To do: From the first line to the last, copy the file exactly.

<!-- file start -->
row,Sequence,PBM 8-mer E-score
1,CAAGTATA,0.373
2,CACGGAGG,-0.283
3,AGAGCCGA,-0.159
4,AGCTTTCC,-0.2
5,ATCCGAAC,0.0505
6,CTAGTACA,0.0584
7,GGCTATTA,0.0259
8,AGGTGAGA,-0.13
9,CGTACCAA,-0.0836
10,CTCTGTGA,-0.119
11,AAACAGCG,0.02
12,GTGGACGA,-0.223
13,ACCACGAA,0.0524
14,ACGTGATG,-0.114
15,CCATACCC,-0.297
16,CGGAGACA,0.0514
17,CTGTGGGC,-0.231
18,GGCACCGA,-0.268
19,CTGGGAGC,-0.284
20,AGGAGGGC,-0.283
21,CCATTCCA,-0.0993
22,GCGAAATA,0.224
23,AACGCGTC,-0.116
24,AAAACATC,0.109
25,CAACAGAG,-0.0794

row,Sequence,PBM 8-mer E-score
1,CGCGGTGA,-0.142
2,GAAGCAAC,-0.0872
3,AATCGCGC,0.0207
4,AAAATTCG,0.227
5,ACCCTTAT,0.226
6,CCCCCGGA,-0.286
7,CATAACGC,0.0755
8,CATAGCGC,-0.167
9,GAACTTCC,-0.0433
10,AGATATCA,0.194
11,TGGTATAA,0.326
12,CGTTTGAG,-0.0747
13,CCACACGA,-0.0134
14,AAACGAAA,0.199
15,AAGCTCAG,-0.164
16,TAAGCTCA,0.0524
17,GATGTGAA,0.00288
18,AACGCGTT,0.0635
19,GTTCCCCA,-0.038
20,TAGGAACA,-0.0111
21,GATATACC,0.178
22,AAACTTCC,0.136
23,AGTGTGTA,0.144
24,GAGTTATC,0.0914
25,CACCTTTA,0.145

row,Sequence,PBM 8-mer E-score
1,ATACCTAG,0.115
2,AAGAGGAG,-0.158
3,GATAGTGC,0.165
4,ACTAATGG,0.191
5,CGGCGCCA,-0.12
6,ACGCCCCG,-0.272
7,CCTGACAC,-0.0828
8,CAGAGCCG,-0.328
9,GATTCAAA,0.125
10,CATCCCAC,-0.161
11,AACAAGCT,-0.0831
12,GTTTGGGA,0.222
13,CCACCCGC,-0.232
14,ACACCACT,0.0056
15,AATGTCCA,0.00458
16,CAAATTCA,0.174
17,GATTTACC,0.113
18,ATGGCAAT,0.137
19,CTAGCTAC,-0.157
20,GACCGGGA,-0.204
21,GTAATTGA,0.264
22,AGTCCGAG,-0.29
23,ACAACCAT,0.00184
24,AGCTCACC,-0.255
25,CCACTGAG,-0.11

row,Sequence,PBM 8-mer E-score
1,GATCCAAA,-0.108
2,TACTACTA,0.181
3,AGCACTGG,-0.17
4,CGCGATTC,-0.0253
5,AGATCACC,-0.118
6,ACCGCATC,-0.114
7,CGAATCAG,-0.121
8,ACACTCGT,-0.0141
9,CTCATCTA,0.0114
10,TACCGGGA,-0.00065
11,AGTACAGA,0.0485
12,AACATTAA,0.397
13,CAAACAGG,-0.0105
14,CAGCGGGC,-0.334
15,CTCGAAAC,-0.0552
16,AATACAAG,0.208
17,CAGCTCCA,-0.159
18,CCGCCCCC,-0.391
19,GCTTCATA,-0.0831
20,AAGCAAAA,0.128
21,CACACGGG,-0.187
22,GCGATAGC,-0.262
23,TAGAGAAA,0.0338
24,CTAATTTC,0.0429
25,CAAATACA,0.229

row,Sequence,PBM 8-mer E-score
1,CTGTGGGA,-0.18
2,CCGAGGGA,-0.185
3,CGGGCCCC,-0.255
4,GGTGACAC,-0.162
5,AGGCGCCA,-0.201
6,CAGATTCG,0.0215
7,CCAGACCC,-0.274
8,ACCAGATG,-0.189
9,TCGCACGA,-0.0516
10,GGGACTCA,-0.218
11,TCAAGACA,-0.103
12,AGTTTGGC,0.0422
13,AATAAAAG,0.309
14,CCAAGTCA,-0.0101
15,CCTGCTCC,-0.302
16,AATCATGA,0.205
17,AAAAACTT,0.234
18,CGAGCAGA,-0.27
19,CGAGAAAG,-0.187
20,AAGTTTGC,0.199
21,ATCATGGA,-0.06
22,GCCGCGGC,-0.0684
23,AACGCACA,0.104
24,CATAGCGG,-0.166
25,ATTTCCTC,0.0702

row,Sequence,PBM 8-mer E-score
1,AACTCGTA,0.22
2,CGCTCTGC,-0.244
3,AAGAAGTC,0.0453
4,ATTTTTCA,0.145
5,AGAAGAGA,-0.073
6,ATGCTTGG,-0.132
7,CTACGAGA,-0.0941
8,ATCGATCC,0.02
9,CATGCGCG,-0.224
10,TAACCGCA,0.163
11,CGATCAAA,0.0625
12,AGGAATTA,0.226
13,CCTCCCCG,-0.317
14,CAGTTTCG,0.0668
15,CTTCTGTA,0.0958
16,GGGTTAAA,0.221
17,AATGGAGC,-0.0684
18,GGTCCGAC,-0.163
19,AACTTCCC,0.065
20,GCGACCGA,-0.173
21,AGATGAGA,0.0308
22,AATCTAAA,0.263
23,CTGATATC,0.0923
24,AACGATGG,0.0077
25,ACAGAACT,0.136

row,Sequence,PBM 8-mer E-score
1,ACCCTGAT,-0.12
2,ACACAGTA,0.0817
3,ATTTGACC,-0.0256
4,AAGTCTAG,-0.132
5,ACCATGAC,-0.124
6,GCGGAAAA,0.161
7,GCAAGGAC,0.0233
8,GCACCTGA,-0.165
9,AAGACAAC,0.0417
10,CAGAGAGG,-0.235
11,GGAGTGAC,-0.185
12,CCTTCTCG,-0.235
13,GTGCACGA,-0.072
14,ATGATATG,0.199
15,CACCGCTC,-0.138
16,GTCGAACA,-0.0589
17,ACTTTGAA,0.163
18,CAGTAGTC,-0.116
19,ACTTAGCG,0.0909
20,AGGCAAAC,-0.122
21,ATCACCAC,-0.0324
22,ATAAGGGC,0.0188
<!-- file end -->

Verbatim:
row,Sequence,PBM 8-mer E-score
1,CAAGTATA,0.373
2,CACGGAGG,-0.283
3,AGAGCCGA,-0.159
4,AGCTTTCC,-0.2
5,ATCCGAAC,0.0505
6,CTAGTACA,0.0584
7,GGCTATTA,0.0259
8,AGGTGAGA,-0.13
9,CGTACCAA,-0.0836
10,CTCTGTGA,-0.119
11,AAACAGCG,0.02
12,GTGGACGA,-0.223
13,ACCACGAA,0.0524
14,ACGTGATG,-0.114
15,CCATACCC,-0.297
16,CGGAGACA,0.0514
17,CTGTGGGC,-0.231
18,GGCACCGA,-0.268
19,CTGGGAGC,-0.284
20,AGGAGGGC,-0.283
21,CCATTCCA,-0.0993
22,GCGAAATA,0.224
23,AACGCGTC,-0.116
24,AAAACATC,0.109
25,CAACAGAG,-0.0794

row,Sequence,PBM 8-mer E-score
1,CGCGGTGA,-0.142
2,GAAGCAAC,-0.0872
3,AATCGCGC,0.0207
4,AAAATTCG,0.227
5,ACCCTTAT,0.226
6,CCCCCGGA,-0.286
7,CATAACGC,0.0755
8,CATAGCGC,-0.167
9,GAACTTCC,-0.0433
10,AGATATCA,0.194
11,TGGTATAA,0.326
12,CGTTTGAG,-0.0747
13,CCACACGA,-0.0134
14,AAACGAAA,0.199
15,AAGCTCAG,-0.164
16,TAAGCTCA,0.0524
17,GATGTGAA,0.00288
18,AACGCGTT,0.0635
19,GTTCCCCA,-0.038
20,TAGGAACA,-0.0111
21,GATATACC,0.178
22,AAACTTCC,0.136
23,AGTGTGTA,0.144
24,GAGTTATC,0.0914
25,CACCTTTA,0.145

row,Sequence,PBM 8-mer E-score
1,ATACCTAG,0.115
2,AAGAGGAG,-0.158
3,GATAGTGC,0.165
4,ACTAATGG,0.191
5,CGGCGCCA,-0.12
6,ACGCCCCG,-0.272
7,CCTGACAC,-0.0828
8,CAGAGCCG,-0.328
9,GATTCAAA,0.125
10,CATCCCAC,-0.161
11,AACAAGCT,-0.0831
12,GTTTGGGA,0.222
13,CCACCCGC,-0.232
14,ACACCACT,0.0056
15,AATGTCCA,0.00458
16,CAAATTCA,0.174
17,GATTTACC,0.113
18,ATGGCAAT,0.137
19,CTAGCTAC,-0.157
20,GACCGGGA,-0.204
21,GTAATTGA,0.264
22,AGTCCGAG,-0.29
23,ACAACCAT,0.00184
24,AGCTCACC,-0.255
25,CCACTGAG,-0.11

row,Sequence,PBM 8-mer E-score
1,GATCCAAA,-0.108
2,TACTACTA,0.181
3,AGCACTGG,-0.17
4,CGCGATTC,-0.0253
5,AGATCACC,-0.118
6,ACCGCATC,-0.114
7,CGAATCAG,-0.121
8,ACACTCGT,-0.0141
9,CTCATCTA,0.0114
10,TACCGGGA,-0.00065
11,AGTACAGA,0.0485
12,AACATTAA,0.397
13,CAAACAGG,-0.0105
14,CAGCGGGC,-0.334
15,CTCGAAAC,-0.0552
16,AATACAAG,0.208
17,CAGCTCCA,-0.159
18,CCGCCCCC,-0.391
19,GCTTCATA,-0.0831
20,AAGCAAAA,0.128
21,CACACGGG,-0.187
22,GCGATAGC,-0.262
23,TAGAGAAA,0.0338
24,CTAATTTC,0.0429
25,CAAATACA,0.229

row,Sequence,PBM 8-mer E-score
1,CTGTGGGA,-0.18
2,CCGAGGGA,-0.185
3,CGGGCCCC,-0.255
4,GGTGACAC,-0.162
5,AGGCGCCA,-0.201
6,CAGATTCG,0.0215
7,CCAGACCC,-0.274
8,ACCAGATG,-0.189
9,TCGCACGA,-0.0516
10,GGGACTCA,-0.218
11,TCAAGACA,-0.103
12,AGTTTGGC,0.0422
13,AATAAAAG,0.309
14,CCAAGTCA,-0.0101
15,CCTGCTCC,-0.302
16,AATCATGA,0.205
17,AAAAACTT,0.234
18,CGAGCAGA,-0.27
19,CGAGAAAG,-0.187
20,AAGTTTGC,0.199
21,ATCATGGA,-0.06
22,GCCGCGGC,-0.0684
23,AACGCACA,0.104
24,CATAGCGG,-0.166
25,ATTTCCTC,0.0702

row,Sequence,PBM 8-mer E-score
1,AACTCGTA,0.22
2,CGCTCTGC,-0.244
3,AAGAAGTC,0.0453
4,ATTTTTCA,0.145
5,AGAAGAGA,-0.073
6,ATGCTTGG,-0.132
7,CTACGAGA,-0.0941
8,ATCGATCC,0.02
9,CATGCGCG,-0.224
10,TAACCGCA,0.163
11,CGATCAAA,0.0625
12,AGGAATTA,0.226
13,CCTCCCCG,-0.317
14,CAGTTTCG,0.0668
15,CTTCTGTA,0.0958
16,GGGTTAAA,0.221
17,AATGGAGC,-0.0684
18,GGTCCGAC,-0.163
19,AACTTCCC,0.065
20,GCGACCGA,-0.173
21,AGATGAGA,0.0308
22,AATCTAAA,0.263
23,CTGATATC,0.0923
24,AACGATGG,0.0077
25,ACAGAACT,0.136

row,Sequence,PBM 8-mer E-score
1,ACCCTGAT,-0.12
2,ACACAGTA,0.0817
3,ATTTGACC,-0.0256
4,AAGTCTAG,-0.132
5,ACCATGAC,-0.124
6,GCGGAAAA,0.161
7,GCAAGGAC,0.0233
8,GCACCTGA,-0.165
9,AAGACAAC,0.0417
10,CAGAGAGG,-0.235
11,GGAGTGAC,-0.185
12,CCTTCTCG,-0.235
13,GTGCACGA,-0.072
14,ATGATATG,0.199
15,CACCGCTC,-0.138
16,GTCGAACA,-0.0589
17,ACTTTGAA,0.163
18,CAGTAGTC,-0.116
19,ACTTAGCG,0.0909
20,AGGCAAAC,-0.122
21,ATCACCAC,-0.0324
22,ATAAGGGC,0.0188